___"Thank you, so much," said the grateful bear. "You see, my secretary is off for the day and she knows how to use this thing, but I'm at a loss. Can you help me with it?"
___The deer quickly plugged it in and the paper immediately went through the shredder.
___"That's fantastic," said the bear in amazement. "Could I have two copies please?"

“He should have said he wanted the copier.”


It's time for our third annual Nest Box Festival!
We hope you'll be able to join us in the fun. Find out all about it here.

Monthly Selections
Here are this month's choices:
Bird -  Chipping Sparrow | Wildflower - Subalpine Daisy, | Bug - Thick-headed Fly

Click to visit__ Click to visit__Click to visit
Click on the images to visit the pages.

A Little Reminder

Nesting season is upon us so it's time to give the birds a little assistance and you can do so by
simply stuffing a suet block cage with hair, dog fur, laundry lint and similar stuff then hang it out.

To make an interesting holder, check out our idea here.

Tips and Ideas
The Downy and Hairy Woodpeckers are very similar in appearance and it's often hard to quickly tell the difference.
The two are different in size with the Hairy being 2-3 inches longer. But when just one of them visits, it's hard to compare the size. A handy way of identification is to use the bill. The bill of the Hairy Woodpecker is about the size of its head (left photo). The Downy's bill (right) is much shorter and only about half the size of its head.

Picture of the Week
Click to visit   Be sure to drop by the Inn every week to see the latest Picture of the Week. 
You can also do so by clicking on the image to the left or by clicking here.

Past Issues

If you want to see any of the past issues of Whispers, they are available here.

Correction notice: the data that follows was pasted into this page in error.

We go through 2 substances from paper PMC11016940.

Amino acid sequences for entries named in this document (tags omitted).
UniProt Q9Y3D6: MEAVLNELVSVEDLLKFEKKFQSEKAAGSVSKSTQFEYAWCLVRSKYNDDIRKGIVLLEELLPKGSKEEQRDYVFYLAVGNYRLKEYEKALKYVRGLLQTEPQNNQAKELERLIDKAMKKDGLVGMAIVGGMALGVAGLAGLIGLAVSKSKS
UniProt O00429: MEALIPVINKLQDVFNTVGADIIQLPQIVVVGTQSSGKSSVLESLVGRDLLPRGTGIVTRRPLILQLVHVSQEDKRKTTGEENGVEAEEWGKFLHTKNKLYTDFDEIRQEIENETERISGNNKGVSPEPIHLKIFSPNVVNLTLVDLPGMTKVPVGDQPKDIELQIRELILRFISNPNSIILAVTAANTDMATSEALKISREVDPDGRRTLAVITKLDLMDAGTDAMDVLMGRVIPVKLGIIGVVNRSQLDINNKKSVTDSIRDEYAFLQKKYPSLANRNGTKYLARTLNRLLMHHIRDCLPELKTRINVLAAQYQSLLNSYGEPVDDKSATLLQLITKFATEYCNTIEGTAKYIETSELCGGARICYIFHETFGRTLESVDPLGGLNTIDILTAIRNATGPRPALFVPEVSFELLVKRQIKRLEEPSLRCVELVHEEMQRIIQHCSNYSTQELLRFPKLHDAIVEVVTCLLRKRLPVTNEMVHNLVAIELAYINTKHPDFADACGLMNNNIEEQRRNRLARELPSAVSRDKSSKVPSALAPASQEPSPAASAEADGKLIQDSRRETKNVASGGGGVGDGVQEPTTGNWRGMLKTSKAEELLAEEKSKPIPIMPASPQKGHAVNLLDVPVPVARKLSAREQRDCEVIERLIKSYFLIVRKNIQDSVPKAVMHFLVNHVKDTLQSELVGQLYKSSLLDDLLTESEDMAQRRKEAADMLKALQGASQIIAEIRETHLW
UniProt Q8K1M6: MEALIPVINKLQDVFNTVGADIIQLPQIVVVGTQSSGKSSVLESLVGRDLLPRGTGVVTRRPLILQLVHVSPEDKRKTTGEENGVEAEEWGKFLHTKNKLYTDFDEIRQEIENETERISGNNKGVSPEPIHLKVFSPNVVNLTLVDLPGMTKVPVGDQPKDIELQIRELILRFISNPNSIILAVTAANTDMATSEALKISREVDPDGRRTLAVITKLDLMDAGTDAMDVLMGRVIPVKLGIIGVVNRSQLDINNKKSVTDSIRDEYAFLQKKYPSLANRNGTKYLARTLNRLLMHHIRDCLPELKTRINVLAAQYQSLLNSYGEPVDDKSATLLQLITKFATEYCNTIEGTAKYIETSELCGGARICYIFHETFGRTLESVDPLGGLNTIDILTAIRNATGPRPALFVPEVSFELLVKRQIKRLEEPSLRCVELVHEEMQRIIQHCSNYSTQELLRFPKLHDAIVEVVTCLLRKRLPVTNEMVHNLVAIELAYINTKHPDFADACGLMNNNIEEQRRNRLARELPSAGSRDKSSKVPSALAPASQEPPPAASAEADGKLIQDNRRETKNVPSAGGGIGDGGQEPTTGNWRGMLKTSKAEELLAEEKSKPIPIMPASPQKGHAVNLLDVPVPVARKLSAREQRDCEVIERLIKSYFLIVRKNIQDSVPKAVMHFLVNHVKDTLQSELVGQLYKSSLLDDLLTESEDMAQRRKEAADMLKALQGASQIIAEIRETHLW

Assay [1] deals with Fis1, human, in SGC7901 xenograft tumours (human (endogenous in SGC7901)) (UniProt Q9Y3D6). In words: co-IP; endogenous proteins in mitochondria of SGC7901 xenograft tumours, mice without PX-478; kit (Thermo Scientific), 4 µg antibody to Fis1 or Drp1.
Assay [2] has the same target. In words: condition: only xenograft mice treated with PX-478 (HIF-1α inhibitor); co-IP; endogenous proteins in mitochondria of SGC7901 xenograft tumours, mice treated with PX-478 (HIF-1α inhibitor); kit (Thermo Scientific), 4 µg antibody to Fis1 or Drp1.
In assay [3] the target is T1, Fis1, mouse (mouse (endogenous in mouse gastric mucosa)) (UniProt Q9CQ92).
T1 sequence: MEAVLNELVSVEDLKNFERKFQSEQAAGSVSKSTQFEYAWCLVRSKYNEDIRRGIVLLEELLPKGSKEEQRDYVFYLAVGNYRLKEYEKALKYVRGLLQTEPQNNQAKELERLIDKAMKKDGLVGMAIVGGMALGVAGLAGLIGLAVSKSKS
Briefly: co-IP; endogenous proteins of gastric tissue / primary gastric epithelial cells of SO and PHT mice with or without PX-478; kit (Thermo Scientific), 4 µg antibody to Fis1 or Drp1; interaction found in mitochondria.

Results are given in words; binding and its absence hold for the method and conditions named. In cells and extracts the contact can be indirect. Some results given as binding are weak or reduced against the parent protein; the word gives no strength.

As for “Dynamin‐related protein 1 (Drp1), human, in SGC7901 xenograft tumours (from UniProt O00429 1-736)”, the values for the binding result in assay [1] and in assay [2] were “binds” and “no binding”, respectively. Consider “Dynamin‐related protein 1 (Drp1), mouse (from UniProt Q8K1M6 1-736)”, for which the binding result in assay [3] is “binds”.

Be sure to celebrate Earth Day on April 22.
Click here for details.

It's Arbour Day in the United States on April 24 this year. Get more details here.
International Bird Migratory Day - May 9
International Day for Biodiversity - May 22


Did you know that ferns are very primitive plants that have neither seeds
nor flowers so reproduce by spores? Also, did you know that the leaves of ferns
are often called fronds?

Pictured here is the Deer Fern, Blechnum spicant, an evergreen fern native to Europe and
Western North America. It has two types of fronds: vegetative fronds (above) and reproductive fronds.

The reproductive fronds (above) rise from the centre of the plant in the fall.
These fronds differ considerably when compared to the vegetative fronds.

The underside of these reproductive fronds carry the clusters of spores.


Oregon designated the Pacific Golden Chanterelle, Cantharellus formosa, the official
state mushroom in 1999. The only other state with an official mushroom is Minnesota.



In the animal kingdom, bee stings kill the most humans in the United States.


The Douglas-fir cones with its tell-tale "rats tails" is our close up this month.

Click to learn more about butterflies and moth

Thanks for joining us this month! We hope you enjoyed this issue of Whispers. We invite your comments and ideas - just drop us an e-mail. See you next month!